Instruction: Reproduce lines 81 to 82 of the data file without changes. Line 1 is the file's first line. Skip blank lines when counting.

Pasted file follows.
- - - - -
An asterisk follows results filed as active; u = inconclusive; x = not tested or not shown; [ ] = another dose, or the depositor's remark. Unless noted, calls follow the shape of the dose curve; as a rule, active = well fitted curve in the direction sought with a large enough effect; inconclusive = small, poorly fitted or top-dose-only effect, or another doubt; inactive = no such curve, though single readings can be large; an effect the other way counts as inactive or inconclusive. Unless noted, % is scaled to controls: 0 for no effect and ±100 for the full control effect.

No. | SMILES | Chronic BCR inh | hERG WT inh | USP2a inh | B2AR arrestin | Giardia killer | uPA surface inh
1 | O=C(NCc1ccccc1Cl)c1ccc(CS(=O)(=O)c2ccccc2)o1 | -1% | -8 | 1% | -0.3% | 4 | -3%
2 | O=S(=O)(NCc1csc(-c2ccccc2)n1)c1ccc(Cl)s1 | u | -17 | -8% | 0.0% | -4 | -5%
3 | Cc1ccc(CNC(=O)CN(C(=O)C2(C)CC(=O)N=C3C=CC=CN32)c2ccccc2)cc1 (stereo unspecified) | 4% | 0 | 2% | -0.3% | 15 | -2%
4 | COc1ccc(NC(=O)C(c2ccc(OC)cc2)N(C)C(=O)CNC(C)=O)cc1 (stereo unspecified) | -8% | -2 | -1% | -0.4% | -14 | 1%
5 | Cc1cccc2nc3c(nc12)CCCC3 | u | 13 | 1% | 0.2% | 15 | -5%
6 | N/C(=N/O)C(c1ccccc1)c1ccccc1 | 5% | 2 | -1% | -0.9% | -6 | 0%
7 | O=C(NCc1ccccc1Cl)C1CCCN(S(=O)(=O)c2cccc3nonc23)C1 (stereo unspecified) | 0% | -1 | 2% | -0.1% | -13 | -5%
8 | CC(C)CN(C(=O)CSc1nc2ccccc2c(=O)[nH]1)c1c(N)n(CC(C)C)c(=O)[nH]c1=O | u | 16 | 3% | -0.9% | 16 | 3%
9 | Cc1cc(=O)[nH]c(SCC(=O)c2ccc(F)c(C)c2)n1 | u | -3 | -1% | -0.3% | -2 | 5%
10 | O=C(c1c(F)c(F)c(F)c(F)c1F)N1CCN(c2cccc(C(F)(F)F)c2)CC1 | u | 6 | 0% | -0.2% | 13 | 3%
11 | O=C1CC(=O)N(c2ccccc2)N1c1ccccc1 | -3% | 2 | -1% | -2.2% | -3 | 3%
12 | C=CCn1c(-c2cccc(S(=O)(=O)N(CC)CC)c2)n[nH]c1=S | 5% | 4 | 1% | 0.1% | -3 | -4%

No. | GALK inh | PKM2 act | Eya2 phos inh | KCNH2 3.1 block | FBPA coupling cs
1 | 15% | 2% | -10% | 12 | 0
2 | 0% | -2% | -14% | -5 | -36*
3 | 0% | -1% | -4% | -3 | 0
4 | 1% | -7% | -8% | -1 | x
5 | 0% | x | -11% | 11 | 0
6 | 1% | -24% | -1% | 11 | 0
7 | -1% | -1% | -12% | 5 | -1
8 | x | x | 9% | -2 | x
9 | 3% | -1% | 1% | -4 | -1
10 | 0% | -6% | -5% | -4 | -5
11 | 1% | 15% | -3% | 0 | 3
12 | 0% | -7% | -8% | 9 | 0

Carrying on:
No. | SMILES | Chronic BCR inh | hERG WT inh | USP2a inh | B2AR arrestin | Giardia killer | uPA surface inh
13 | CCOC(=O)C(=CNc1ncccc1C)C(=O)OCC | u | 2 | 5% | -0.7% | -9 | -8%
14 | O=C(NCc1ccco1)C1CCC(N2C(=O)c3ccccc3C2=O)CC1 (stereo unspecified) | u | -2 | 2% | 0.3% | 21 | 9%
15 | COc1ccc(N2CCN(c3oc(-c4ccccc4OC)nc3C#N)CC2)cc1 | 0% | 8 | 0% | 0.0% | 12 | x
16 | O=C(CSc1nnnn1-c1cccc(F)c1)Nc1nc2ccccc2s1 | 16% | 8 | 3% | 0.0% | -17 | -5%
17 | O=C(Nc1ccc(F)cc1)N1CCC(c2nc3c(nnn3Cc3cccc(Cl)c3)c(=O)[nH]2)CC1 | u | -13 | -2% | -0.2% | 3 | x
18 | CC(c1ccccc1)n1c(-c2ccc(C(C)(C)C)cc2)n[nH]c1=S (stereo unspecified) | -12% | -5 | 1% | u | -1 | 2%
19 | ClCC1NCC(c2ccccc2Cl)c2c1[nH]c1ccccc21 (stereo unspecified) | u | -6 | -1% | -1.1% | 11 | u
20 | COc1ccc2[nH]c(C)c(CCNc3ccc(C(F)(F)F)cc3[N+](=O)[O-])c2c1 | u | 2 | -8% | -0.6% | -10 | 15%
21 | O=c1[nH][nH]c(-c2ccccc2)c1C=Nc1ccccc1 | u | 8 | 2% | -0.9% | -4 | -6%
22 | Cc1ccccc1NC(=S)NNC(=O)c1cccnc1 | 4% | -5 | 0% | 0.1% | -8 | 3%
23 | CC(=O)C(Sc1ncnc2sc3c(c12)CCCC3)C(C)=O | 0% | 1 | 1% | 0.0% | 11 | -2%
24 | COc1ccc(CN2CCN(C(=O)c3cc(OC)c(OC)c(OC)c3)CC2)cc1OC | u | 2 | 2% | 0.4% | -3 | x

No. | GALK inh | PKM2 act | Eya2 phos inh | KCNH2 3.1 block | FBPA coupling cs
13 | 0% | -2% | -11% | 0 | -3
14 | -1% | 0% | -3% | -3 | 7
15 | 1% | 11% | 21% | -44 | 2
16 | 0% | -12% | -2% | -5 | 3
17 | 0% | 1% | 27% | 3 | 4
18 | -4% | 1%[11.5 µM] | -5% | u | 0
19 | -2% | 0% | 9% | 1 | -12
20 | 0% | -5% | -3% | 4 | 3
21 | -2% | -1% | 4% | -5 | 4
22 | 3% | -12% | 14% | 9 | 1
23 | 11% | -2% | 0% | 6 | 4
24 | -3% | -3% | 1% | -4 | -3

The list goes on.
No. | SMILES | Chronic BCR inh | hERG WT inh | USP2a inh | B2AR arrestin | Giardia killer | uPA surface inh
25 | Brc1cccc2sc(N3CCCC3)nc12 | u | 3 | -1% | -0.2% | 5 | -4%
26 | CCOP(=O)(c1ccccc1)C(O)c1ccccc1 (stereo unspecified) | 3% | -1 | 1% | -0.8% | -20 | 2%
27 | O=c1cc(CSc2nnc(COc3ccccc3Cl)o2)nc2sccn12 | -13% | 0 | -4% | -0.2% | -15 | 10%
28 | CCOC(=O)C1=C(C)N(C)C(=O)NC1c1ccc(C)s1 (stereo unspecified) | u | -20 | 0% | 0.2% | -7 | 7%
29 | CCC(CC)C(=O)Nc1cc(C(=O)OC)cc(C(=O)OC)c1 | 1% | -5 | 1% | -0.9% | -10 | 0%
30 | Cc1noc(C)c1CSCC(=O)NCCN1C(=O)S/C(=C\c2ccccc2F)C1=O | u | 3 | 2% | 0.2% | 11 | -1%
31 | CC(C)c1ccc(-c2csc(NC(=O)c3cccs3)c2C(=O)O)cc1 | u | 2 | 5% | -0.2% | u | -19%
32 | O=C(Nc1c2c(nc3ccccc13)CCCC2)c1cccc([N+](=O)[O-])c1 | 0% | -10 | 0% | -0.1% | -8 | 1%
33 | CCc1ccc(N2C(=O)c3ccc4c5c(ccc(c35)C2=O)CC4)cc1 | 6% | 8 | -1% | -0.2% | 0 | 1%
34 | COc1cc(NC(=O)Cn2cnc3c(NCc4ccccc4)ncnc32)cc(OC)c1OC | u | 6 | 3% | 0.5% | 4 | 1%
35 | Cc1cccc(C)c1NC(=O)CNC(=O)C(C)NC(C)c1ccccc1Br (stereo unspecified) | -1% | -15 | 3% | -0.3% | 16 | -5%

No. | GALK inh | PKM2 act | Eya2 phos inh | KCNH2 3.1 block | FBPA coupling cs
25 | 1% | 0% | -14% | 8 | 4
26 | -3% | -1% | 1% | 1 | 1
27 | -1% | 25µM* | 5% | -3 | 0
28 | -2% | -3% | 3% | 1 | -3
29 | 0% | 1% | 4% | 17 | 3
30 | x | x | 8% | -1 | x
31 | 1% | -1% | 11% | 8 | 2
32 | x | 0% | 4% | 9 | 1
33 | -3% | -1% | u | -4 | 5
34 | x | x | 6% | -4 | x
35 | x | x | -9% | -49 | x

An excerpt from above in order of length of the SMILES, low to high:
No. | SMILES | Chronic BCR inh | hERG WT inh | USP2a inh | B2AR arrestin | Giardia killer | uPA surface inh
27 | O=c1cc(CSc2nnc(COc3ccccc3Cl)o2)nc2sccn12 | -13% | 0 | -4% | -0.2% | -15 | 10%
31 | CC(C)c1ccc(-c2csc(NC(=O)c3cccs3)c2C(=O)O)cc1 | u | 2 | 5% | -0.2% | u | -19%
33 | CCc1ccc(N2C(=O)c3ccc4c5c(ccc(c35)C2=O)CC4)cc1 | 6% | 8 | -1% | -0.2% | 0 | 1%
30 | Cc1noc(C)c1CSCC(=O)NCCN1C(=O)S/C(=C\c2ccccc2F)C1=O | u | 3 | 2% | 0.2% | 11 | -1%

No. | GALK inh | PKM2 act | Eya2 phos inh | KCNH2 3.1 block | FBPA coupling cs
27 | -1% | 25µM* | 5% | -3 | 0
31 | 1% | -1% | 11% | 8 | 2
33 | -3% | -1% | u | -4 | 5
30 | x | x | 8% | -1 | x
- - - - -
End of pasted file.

No. | SMILES | Chronic BCR inh | hERG WT inh | USP2a inh | B2AR arrestin | Giardia killer | uPA surface inh
27 | O=c1cc(CSc2nnc(COc3ccccc3Cl)o2)nc2sccn12 | -13% | 0 | -4% | -0.2% | -15 | 10%